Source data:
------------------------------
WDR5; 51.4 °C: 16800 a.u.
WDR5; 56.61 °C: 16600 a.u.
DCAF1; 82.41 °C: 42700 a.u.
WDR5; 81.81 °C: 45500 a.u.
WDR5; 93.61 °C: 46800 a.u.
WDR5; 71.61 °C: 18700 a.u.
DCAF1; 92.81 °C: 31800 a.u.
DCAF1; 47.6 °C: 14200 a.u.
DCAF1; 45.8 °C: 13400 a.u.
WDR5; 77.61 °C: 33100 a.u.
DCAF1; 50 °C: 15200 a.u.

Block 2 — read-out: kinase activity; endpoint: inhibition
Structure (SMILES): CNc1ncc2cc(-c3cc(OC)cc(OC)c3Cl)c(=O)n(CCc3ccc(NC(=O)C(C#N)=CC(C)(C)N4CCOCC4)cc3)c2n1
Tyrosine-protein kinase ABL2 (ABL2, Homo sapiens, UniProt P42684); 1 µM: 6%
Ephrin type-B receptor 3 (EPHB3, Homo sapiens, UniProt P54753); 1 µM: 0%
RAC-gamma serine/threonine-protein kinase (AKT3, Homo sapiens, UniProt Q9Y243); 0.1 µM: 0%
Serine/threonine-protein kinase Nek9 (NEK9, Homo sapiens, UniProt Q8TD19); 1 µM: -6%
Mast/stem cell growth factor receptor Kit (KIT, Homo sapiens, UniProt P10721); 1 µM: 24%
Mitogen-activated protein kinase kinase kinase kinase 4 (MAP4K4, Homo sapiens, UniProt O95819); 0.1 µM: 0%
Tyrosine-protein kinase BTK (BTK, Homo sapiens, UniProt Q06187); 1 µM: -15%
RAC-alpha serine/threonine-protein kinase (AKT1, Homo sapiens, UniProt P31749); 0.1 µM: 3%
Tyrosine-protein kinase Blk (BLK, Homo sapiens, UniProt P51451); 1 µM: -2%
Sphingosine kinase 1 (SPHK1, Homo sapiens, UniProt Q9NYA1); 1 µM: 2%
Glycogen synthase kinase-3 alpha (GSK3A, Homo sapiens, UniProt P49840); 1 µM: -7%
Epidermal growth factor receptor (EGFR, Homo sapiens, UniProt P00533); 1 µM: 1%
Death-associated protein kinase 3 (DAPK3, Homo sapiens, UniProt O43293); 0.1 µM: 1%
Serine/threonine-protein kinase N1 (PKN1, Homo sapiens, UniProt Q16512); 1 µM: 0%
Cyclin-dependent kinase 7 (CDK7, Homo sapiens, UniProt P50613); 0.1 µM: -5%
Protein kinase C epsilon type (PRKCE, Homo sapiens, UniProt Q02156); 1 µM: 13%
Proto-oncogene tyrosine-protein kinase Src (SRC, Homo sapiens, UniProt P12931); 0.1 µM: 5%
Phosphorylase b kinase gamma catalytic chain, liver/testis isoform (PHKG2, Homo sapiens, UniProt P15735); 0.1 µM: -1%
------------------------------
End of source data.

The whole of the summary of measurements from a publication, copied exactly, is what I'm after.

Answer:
WDR5; 51.4 °C: 16800 a.u.
WDR5; 56.61 °C: 16600 a.u.
DCAF1; 82.41 °C: 42700 a.u.
WDR5; 81.81 °C: 45500 a.u.
WDR5; 93.61 °C: 46800 a.u.
WDR5; 71.61 °C: 18700 a.u.
DCAF1; 92.81 °C: 31800 a.u.
DCAF1; 47.6 °C: 14200 a.u.
DCAF1; 45.8 °C: 13400 a.u.
WDR5; 77.61 °C: 33100 a.u.
DCAF1; 50 °C: 15200 a.u.

Block 2 — read-out: kinase activity; endpoint: inhibition
Structure (SMILES): CNc1ncc2cc(-c3cc(OC)cc(OC)c3Cl)c(=O)n(CCc3ccc(NC(=O)C(C#N)=CC(C)(C)N4CCOCC4)cc3)c2n1
Tyrosine-protein kinase ABL2 (ABL2, Homo sapiens, UniProt P42684); 1 µM: 6%
Ephrin type-B receptor 3 (EPHB3, Homo sapiens, UniProt P54753); 1 µM: 0%
RAC-gamma serine/threonine-protein kinase (AKT3, Homo sapiens, UniProt Q9Y243); 0.1 µM: 0%
Serine/threonine-protein kinase Nek9 (NEK9, Homo sapiens, UniProt Q8TD19); 1 µM: -6%
Mast/stem cell growth factor receptor Kit (KIT, Homo sapiens, UniProt P10721); 1 µM: 24%
Mitogen-activated protein kinase kinase kinase kinase 4 (MAP4K4, Homo sapiens, UniProt O95819); 0.1 µM: 0%
Tyrosine-protein kinase BTK (BTK, Homo sapiens, UniProt Q06187); 1 µM: -15%
RAC-alpha serine/threonine-protein kinase (AKT1, Homo sapiens, UniProt P31749); 0.1 µM: 3%
Tyrosine-protein kinase Blk (BLK, Homo sapiens, UniProt P51451); 1 µM: -2%
Sphingosine kinase 1 (SPHK1, Homo sapiens, UniProt Q9NYA1); 1 µM: 2%
Glycogen synthase kinase-3 alpha (GSK3A, Homo sapiens, UniProt P49840); 1 µM: -7%
Epidermal growth factor receptor (EGFR, Homo sapiens, UniProt P00533); 1 µM: 1%
Death-associated protein kinase 3 (DAPK3, Homo sapiens, UniProt O43293); 0.1 µM: 1%
Serine/threonine-protein kinase N1 (PKN1, Homo sapiens, UniProt Q16512); 1 µM: 0%
Cyclin-dependent kinase 7 (CDK7, Homo sapiens, UniProt P50613); 0.1 µM: -5%
Protein kinase C epsilon type (PRKCE, Homo sapiens, UniProt Q02156); 1 µM: 13%
Proto-oncogene tyrosine-protein kinase Src (SRC, Homo sapiens, UniProt P12931); 0.1 µM: 5%
Phosphorylase b kinase gamma catalytic chain, liver/testis isoform (PHKG2, Homo sapiens, UniProt P15735); 0.1 µM: -1%